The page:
Wednesday, December 23, 2015

Detailing Your Car Indicates DIY Ability

How well do you detail your car? That may be an indication of how well your DIY projects will look.

The finish level of projects vary. Sometimes you just need something functional, sometimes you need a higher level of detail. Reaching a high level of detail is a threshold that's difficult to cross. Can you do it?

How well do you detail your car? When you're cleaning the interior, do you do a quick vacuum and call it done? Do you move the seats forward and back to get every inch of carpet vacuumed? Do you clean each pocket and compartment? Do you pop off the fuse box cover too?

A high level of finish requires a commitment to detail. If you're content to leave things good enough, it will show in your finished product. I've had to recut many a board that ended up a little too short.  Gaps don't look good. With my mantle project, I had to ensure each joint fit correctly. This is even more important when you're working on top of something existing. The panels had to cover the brick completely.

When I cut aluminum for my Ghost Trap, the panel came out with a pretty straight edge, but that isn't good enough. I used a file to ensure edges was perfectly straight.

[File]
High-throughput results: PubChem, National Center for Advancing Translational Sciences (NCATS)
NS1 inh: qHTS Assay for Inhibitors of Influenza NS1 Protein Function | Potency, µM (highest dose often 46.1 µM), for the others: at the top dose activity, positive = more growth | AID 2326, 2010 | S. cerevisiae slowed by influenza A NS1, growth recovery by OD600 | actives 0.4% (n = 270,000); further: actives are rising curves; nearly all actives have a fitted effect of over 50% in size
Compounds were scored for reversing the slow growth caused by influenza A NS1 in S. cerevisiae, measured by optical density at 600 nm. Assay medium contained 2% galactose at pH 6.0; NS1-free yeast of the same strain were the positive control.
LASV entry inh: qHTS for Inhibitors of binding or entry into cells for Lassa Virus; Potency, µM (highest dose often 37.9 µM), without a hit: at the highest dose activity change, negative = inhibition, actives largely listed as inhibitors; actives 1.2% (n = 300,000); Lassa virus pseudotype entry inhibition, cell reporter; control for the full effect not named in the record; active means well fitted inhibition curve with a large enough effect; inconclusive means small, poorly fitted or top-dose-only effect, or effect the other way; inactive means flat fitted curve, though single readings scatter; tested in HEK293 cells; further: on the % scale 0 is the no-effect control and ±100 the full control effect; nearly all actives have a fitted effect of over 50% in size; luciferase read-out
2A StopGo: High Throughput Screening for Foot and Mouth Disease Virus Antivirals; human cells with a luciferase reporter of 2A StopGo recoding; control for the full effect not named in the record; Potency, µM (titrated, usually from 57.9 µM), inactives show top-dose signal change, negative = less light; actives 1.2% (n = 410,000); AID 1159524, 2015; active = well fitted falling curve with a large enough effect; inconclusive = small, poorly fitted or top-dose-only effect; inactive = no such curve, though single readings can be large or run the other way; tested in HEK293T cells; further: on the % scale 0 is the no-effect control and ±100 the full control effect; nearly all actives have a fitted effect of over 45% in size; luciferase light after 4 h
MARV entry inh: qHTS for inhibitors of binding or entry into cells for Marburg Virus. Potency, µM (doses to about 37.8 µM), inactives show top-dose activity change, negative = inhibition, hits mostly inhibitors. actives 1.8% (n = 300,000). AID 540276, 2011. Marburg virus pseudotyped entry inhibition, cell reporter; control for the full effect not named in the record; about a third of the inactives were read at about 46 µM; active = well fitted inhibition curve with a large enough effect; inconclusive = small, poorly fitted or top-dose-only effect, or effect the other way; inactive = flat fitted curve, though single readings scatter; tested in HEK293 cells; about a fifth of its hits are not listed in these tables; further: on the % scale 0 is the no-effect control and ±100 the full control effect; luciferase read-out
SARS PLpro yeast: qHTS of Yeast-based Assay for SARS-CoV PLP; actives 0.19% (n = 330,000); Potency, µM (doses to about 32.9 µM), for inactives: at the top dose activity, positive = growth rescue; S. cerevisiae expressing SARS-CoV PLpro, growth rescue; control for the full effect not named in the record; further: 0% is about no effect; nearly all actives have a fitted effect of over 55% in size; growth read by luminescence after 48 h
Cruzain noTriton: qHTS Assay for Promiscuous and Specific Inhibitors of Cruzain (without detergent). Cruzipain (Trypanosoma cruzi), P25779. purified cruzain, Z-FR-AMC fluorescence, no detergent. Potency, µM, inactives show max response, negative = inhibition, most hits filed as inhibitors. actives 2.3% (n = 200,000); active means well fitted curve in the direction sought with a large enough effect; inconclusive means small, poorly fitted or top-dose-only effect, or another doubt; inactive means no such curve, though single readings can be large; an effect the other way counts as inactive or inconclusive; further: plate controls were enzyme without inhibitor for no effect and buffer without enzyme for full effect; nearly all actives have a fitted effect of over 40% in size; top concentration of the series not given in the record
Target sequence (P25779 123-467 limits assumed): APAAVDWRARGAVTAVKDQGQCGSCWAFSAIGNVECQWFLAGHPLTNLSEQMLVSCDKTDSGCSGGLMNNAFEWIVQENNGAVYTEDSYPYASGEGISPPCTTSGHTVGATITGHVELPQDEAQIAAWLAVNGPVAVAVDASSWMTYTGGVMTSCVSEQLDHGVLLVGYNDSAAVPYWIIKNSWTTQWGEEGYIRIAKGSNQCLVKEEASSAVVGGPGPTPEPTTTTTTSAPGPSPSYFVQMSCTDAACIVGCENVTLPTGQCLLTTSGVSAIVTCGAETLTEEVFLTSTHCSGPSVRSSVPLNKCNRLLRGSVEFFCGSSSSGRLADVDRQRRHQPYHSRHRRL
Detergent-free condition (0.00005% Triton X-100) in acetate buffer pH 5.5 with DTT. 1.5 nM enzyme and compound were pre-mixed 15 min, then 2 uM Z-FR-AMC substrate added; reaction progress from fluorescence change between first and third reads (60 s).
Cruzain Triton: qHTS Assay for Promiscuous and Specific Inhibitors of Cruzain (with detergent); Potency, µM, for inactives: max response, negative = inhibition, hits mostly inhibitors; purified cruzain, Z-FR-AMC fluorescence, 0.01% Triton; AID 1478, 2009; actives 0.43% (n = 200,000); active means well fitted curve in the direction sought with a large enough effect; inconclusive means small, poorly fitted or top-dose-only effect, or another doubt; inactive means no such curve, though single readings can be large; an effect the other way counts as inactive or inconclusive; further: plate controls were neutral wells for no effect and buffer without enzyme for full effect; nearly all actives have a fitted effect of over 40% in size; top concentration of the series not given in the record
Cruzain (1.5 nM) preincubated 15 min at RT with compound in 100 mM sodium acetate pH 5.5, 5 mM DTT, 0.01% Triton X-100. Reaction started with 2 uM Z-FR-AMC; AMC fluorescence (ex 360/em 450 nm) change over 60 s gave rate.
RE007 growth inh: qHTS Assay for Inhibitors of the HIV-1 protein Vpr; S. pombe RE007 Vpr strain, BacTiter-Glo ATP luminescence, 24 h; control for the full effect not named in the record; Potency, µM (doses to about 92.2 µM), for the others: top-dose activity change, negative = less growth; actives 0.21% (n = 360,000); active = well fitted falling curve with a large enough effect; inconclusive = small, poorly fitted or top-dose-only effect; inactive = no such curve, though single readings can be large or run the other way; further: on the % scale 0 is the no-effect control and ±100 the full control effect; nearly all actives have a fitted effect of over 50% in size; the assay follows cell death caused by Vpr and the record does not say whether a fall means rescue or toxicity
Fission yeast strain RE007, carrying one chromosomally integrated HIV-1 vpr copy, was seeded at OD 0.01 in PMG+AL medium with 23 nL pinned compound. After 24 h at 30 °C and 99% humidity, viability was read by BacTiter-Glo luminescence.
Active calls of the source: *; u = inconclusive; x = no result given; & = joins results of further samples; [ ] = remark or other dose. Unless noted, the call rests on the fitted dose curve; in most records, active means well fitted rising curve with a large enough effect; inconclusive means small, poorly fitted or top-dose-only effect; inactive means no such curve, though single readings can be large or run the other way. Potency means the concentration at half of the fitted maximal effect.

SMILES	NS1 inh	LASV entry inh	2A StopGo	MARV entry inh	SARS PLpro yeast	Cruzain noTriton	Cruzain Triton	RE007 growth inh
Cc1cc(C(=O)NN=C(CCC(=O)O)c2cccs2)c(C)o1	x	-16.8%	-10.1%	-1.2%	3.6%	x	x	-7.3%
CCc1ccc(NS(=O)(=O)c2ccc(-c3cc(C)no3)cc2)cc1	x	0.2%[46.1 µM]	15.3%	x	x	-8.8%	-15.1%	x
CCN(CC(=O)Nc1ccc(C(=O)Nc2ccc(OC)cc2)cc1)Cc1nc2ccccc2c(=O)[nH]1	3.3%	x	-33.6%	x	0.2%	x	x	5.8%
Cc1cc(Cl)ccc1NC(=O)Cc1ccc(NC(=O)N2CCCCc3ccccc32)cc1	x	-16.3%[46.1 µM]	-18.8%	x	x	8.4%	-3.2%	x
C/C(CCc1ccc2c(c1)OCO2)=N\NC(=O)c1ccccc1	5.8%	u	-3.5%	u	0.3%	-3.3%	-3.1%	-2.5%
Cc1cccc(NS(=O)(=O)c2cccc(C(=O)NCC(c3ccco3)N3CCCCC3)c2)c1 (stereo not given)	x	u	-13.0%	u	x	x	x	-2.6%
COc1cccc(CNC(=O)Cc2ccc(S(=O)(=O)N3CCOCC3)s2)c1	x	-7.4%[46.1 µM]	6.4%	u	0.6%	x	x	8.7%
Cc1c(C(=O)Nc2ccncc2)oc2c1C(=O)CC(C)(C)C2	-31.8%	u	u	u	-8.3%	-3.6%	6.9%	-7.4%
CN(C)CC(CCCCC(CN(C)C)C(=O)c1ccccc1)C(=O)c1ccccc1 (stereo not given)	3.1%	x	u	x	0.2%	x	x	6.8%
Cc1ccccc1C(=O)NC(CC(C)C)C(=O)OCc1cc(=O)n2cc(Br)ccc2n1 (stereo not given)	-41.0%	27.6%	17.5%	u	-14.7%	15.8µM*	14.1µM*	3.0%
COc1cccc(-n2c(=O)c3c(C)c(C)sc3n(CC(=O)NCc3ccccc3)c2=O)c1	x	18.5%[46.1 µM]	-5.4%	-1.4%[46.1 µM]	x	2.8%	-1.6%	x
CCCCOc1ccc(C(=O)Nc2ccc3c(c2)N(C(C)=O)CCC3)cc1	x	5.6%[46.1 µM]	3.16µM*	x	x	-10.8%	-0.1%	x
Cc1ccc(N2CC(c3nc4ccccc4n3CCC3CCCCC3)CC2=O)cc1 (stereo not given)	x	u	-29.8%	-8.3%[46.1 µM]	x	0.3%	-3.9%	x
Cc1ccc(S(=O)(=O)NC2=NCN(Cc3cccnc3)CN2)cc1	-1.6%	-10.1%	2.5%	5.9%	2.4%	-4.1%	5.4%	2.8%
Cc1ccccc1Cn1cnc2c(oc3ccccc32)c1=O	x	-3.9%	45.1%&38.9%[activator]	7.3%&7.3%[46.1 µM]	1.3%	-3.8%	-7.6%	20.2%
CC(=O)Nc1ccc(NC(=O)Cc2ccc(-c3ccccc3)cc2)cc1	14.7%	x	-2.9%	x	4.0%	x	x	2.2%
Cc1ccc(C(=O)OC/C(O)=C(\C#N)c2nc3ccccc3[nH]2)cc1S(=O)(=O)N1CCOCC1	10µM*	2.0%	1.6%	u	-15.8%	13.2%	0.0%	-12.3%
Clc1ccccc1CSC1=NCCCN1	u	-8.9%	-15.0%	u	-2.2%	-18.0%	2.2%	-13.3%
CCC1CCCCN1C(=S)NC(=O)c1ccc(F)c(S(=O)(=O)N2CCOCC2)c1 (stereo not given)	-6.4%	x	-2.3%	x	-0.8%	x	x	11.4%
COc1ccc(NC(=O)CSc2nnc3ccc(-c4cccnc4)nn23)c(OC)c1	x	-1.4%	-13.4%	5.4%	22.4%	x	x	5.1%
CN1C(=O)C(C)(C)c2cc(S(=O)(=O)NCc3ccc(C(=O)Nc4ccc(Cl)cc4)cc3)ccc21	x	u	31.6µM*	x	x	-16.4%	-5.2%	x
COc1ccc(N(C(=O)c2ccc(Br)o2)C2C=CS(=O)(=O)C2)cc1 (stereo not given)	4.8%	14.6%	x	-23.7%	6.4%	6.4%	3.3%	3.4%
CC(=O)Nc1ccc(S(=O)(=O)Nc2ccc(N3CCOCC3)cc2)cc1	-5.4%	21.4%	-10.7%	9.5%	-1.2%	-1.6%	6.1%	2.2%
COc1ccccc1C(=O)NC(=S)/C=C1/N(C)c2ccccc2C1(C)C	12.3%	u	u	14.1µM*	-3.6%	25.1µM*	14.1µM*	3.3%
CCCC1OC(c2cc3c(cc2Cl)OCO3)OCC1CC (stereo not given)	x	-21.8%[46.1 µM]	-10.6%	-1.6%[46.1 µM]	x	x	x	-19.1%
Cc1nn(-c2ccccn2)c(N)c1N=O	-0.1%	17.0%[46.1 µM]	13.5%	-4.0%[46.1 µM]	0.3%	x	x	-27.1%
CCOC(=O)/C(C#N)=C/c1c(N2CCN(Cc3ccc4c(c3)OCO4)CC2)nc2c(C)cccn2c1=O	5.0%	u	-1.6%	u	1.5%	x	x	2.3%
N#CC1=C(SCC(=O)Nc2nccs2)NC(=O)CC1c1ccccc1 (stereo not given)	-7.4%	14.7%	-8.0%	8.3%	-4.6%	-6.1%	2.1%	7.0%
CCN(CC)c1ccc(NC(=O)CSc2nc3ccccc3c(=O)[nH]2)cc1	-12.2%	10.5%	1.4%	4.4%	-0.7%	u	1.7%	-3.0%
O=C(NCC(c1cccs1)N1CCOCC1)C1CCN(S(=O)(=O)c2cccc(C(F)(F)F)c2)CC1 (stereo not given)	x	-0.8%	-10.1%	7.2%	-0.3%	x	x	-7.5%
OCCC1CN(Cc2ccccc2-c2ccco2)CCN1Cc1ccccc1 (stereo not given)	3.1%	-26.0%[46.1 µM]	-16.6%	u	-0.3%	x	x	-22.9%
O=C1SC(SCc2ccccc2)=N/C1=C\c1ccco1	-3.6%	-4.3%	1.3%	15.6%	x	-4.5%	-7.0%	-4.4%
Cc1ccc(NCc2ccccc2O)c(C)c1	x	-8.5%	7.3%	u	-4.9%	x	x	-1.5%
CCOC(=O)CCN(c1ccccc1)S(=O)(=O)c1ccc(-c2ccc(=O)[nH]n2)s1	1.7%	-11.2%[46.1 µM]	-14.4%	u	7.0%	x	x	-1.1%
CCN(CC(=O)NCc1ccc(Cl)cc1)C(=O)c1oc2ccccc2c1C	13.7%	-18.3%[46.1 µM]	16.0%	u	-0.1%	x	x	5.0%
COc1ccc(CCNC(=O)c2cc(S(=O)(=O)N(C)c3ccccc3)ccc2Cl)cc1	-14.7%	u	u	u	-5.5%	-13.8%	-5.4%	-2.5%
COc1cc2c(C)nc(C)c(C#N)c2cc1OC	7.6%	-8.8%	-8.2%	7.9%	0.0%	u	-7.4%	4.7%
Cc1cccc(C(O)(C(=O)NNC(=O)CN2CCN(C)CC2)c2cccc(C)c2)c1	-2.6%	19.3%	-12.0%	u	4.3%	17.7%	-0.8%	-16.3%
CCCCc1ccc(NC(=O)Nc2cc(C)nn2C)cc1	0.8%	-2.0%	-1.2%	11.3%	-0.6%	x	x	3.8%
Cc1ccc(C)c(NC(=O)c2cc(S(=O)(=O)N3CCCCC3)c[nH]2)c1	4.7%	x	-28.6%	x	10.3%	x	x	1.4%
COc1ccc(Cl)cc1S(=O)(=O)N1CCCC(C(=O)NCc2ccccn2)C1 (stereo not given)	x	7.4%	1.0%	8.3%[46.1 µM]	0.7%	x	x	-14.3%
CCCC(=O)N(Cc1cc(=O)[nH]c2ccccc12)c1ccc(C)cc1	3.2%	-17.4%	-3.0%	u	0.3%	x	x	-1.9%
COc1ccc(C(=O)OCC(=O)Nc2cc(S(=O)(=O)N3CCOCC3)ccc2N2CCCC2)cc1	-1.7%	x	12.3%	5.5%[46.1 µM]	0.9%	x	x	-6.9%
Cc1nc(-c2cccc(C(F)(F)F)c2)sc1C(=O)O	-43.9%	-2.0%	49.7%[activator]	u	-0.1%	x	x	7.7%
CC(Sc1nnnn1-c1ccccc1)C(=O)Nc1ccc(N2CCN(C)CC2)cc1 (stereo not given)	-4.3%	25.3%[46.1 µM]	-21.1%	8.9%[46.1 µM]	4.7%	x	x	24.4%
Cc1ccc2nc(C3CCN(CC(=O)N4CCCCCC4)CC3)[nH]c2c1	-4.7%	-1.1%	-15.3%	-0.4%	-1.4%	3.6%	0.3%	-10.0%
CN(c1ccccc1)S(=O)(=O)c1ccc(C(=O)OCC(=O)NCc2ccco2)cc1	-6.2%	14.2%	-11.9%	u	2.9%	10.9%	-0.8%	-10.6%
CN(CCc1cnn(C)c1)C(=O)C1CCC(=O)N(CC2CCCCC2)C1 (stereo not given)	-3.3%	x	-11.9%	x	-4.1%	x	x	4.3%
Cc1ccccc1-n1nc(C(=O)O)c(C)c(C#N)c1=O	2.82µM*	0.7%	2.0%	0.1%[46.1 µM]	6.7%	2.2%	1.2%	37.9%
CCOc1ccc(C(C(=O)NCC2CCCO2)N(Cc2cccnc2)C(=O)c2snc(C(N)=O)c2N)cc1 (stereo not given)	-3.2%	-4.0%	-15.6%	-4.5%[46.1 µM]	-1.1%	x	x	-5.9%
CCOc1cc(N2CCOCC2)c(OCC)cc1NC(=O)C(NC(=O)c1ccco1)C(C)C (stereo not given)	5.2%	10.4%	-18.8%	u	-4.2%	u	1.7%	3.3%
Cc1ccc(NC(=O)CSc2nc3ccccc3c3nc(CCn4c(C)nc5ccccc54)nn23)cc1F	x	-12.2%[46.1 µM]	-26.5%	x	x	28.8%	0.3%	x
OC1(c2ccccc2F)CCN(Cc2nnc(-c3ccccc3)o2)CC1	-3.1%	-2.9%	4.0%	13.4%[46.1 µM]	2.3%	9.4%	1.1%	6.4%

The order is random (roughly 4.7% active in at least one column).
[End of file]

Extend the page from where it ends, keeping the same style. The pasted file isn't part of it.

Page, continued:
An eye for detail isn't required to build stuff or to be a maker, but it helps. An eye for detail can make a good project great. In many cases no one notices if details are precise, but they will if the deatils are off. Measure two or three times and pull out the level and the right angle. If you want your projects to turn out well, look good, and fit together correctly to avoid hassle, it takes time and effort. Pay attention to every little detail.

If you're already a maker, you know this. If you're just getting started spend the extra time to get it just right. No one may notice but you will, and if it's off someone will notice.
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